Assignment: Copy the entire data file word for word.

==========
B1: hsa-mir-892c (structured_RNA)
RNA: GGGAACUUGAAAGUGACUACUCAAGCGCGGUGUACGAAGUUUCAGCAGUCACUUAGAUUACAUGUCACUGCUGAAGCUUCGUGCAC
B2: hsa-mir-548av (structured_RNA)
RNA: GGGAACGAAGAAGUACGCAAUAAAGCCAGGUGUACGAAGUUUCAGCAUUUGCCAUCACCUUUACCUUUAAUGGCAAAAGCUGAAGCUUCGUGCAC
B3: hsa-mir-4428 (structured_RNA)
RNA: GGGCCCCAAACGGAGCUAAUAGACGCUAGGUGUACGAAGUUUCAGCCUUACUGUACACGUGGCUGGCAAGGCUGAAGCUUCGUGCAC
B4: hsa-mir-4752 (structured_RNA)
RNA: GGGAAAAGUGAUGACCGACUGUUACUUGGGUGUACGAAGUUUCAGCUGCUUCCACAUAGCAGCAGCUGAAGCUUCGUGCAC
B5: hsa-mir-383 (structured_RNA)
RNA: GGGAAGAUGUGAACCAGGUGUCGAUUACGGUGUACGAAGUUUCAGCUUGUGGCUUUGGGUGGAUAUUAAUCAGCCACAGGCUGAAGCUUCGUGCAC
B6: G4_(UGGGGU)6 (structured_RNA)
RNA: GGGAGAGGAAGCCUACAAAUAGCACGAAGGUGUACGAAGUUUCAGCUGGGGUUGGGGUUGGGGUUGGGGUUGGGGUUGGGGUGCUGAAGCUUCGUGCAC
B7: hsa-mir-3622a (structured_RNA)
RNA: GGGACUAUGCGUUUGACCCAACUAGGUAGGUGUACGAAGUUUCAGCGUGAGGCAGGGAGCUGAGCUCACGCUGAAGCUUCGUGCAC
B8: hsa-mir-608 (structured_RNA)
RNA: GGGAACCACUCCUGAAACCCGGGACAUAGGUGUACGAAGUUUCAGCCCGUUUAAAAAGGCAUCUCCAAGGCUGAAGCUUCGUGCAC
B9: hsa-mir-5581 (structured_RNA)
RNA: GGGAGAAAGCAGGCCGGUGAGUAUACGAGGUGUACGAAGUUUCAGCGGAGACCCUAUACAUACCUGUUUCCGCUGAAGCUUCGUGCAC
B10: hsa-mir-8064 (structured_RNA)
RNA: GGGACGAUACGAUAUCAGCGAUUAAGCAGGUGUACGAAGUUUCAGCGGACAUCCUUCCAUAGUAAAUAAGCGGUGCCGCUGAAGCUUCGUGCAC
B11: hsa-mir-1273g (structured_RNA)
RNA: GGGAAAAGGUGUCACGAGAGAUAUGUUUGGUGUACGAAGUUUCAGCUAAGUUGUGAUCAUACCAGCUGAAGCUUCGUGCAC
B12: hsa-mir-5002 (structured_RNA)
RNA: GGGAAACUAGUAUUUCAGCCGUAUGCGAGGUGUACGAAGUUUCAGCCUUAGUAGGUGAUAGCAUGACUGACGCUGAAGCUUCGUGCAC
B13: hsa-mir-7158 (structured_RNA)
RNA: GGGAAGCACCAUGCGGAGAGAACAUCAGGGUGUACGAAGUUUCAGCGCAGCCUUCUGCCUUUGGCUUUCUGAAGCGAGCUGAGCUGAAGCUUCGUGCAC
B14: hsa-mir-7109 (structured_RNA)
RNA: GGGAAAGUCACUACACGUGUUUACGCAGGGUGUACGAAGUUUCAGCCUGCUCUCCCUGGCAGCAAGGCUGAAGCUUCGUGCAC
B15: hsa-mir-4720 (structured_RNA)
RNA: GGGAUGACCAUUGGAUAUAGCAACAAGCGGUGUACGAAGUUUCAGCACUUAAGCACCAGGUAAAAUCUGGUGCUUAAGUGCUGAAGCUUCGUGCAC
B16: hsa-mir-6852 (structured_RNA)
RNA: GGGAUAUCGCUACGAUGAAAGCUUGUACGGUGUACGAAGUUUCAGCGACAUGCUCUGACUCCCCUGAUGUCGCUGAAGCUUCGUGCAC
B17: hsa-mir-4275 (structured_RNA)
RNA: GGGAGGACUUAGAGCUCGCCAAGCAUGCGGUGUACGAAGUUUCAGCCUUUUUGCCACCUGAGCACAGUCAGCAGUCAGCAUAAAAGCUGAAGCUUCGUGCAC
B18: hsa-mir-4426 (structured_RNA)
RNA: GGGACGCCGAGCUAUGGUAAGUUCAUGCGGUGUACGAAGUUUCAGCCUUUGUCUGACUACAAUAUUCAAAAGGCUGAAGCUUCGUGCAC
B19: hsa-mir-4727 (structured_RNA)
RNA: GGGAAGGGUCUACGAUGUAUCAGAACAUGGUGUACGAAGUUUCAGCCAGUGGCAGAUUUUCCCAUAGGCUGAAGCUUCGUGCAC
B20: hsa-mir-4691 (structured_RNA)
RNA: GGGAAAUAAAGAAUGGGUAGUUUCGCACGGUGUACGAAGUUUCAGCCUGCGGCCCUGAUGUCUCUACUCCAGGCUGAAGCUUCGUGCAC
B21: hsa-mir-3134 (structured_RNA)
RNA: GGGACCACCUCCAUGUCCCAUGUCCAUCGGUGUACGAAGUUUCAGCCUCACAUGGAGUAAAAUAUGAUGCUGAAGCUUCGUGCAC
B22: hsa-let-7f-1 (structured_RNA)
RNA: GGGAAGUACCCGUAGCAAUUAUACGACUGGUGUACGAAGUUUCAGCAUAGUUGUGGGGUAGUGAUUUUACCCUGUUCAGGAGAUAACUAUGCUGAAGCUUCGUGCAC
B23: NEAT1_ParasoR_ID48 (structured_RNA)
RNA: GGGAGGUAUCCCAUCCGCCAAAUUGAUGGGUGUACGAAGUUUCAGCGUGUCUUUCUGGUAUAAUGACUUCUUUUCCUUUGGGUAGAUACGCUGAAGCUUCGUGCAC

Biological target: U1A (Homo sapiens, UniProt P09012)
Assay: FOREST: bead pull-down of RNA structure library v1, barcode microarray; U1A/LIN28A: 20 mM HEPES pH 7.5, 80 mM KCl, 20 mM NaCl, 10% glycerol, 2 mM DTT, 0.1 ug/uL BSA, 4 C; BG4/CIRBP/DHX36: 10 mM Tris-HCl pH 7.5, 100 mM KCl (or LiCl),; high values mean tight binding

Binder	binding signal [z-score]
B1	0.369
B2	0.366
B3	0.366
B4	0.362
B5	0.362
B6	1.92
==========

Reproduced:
B1: hsa-mir-892c (structured_RNA)
RNA: GGGAACUUGAAAGUGACUACUCAAGCGCGGUGUACGAAGUUUCAGCAGUCACUUAGAUUACAUGUCACUGCUGAAGCUUCGUGCAC
B2: hsa-mir-548av (structured_RNA)
RNA: GGGAACGAAGAAGUACGCAAUAAAGCCAGGUGUACGAAGUUUCAGCAUUUGCCAUCACCUUUACCUUUAAUGGCAAAAGCUGAAGCUUCGUGCAC
B3: hsa-mir-4428 (structured_RNA)
RNA: GGGCCCCAAACGGAGCUAAUAGACGCUAGGUGUACGAAGUUUCAGCCUUACUGUACACGUGGCUGGCAAGGCUGAAGCUUCGUGCAC
B4: hsa-mir-4752 (structured_RNA)
RNA: GGGAAAAGUGAUGACCGACUGUUACUUGGGUGUACGAAGUUUCAGCUGCUUCCACAUAGCAGCAGCUGAAGCUUCGUGCAC
B5: hsa-mir-383 (structured_RNA)
RNA: GGGAAGAUGUGAACCAGGUGUCGAUUACGGUGUACGAAGUUUCAGCUUGUGGCUUUGGGUGGAUAUUAAUCAGCCACAGGCUGAAGCUUCGUGCAC
B6: G4_(UGGGGU)6 (structured_RNA)
RNA: GGGAGAGGAAGCCUACAAAUAGCACGAAGGUGUACGAAGUUUCAGCUGGGGUUGGGGUUGGGGUUGGGGUUGGGGUUGGGGUGCUGAAGCUUCGUGCAC
B7: hsa-mir-3622a (structured_RNA)
RNA: GGGACUAUGCGUUUGACCCAACUAGGUAGGUGUACGAAGUUUCAGCGUGAGGCAGGGAGCUGAGCUCACGCUGAAGCUUCGUGCAC
B8: hsa-mir-608 (structured_RNA)
RNA: GGGAACCACUCCUGAAACCCGGGACAUAGGUGUACGAAGUUUCAGCCCGUUUAAAAAGGCAUCUCCAAGGCUGAAGCUUCGUGCAC
B9: hsa-mir-5581 (structured_RNA)
RNA: GGGAGAAAGCAGGCCGGUGAGUAUACGAGGUGUACGAAGUUUCAGCGGAGACCCUAUACAUACCUGUUUCCGCUGAAGCUUCGUGCAC
B10: hsa-mir-8064 (structured_RNA)
RNA: GGGACGAUACGAUAUCAGCGAUUAAGCAGGUGUACGAAGUUUCAGCGGACAUCCUUCCAUAGUAAAUAAGCGGUGCCGCUGAAGCUUCGUGCAC
B11: hsa-mir-1273g (structured_RNA)
RNA: GGGAAAAGGUGUCACGAGAGAUAUGUUUGGUGUACGAAGUUUCAGCUAAGUUGUGAUCAUACCAGCUGAAGCUUCGUGCAC
B12: hsa-mir-5002 (structured_RNA)
RNA: GGGAAACUAGUAUUUCAGCCGUAUGCGAGGUGUACGAAGUUUCAGCCUUAGUAGGUGAUAGCAUGACUGACGCUGAAGCUUCGUGCAC
B13: hsa-mir-7158 (structured_RNA)
RNA: GGGAAGCACCAUGCGGAGAGAACAUCAGGGUGUACGAAGUUUCAGCGCAGCCUUCUGCCUUUGGCUUUCUGAAGCGAGCUGAGCUGAAGCUUCGUGCAC
B14: hsa-mir-7109 (structured_RNA)
RNA: GGGAAAGUCACUACACGUGUUUACGCAGGGUGUACGAAGUUUCAGCCUGCUCUCCCUGGCAGCAAGGCUGAAGCUUCGUGCAC
B15: hsa-mir-4720 (structured_RNA)
RNA: GGGAUGACCAUUGGAUAUAGCAACAAGCGGUGUACGAAGUUUCAGCACUUAAGCACCAGGUAAAAUCUGGUGCUUAAGUGCUGAAGCUUCGUGCAC
B16: hsa-mir-6852 (structured_RNA)
RNA: GGGAUAUCGCUACGAUGAAAGCUUGUACGGUGUACGAAGUUUCAGCGACAUGCUCUGACUCCCCUGAUGUCGCUGAAGCUUCGUGCAC
B17: hsa-mir-4275 (structured_RNA)
RNA: GGGAGGACUUAGAGCUCGCCAAGCAUGCGGUGUACGAAGUUUCAGCCUUUUUGCCACCUGAGCACAGUCAGCAGUCAGCAUAAAAGCUGAAGCUUCGUGCAC
B18: hsa-mir-4426 (structured_RNA)
RNA: GGGACGCCGAGCUAUGGUAAGUUCAUGCGGUGUACGAAGUUUCAGCCUUUGUCUGACUACAAUAUUCAAAAGGCUGAAGCUUCGUGCAC
B19: hsa-mir-4727 (structured_RNA)
RNA: GGGAAGGGUCUACGAUGUAUCAGAACAUGGUGUACGAAGUUUCAGCCAGUGGCAGAUUUUCCCAUAGGCUGAAGCUUCGUGCAC
B20: hsa-mir-4691 (structured_RNA)
RNA: GGGAAAUAAAGAAUGGGUAGUUUCGCACGGUGUACGAAGUUUCAGCCUGCGGCCCUGAUGUCUCUACUCCAGGCUGAAGCUUCGUGCAC
B21: hsa-mir-3134 (structured_RNA)
RNA: GGGACCACCUCCAUGUCCCAUGUCCAUCGGUGUACGAAGUUUCAGCCUCACAUGGAGUAAAAUAUGAUGCUGAAGCUUCGUGCAC
B22: hsa-let-7f-1 (structured_RNA)
RNA: GGGAAGUACCCGUAGCAAUUAUACGACUGGUGUACGAAGUUUCAGCAUAGUUGUGGGGUAGUGAUUUUACCCUGUUCAGGAGAUAACUAUGCUGAAGCUUCGUGCAC
B23: NEAT1_ParasoR_ID48 (structured_RNA)
RNA: GGGAGGUAUCCCAUCCGCCAAAUUGAUGGGUGUACGAAGUUUCAGCGUGUCUUUCUGGUAUAAUGACUUCUUUUCCUUUGGGUAGAUACGCUGAAGCUUCGUGCAC

Biological target: U1A (Homo sapiens, UniProt P09012)
Assay: FOREST: bead pull-down of RNA structure library v1, barcode microarray; U1A/LIN28A: 20 mM HEPES pH 7.5, 80 mM KCl, 20 mM NaCl, 10% glycerol, 2 mM DTT, 0.1 ug/uL BSA, 4 C; BG4/CIRBP/DHX36: 10 mM Tris-HCl pH 7.5, 100 mM KCl (or LiCl),; high values mean tight binding

Binder	binding signal [z-score]
B1	0.369
B2	0.366
B3	0.366
B4	0.362
B5	0.362
B6	1.92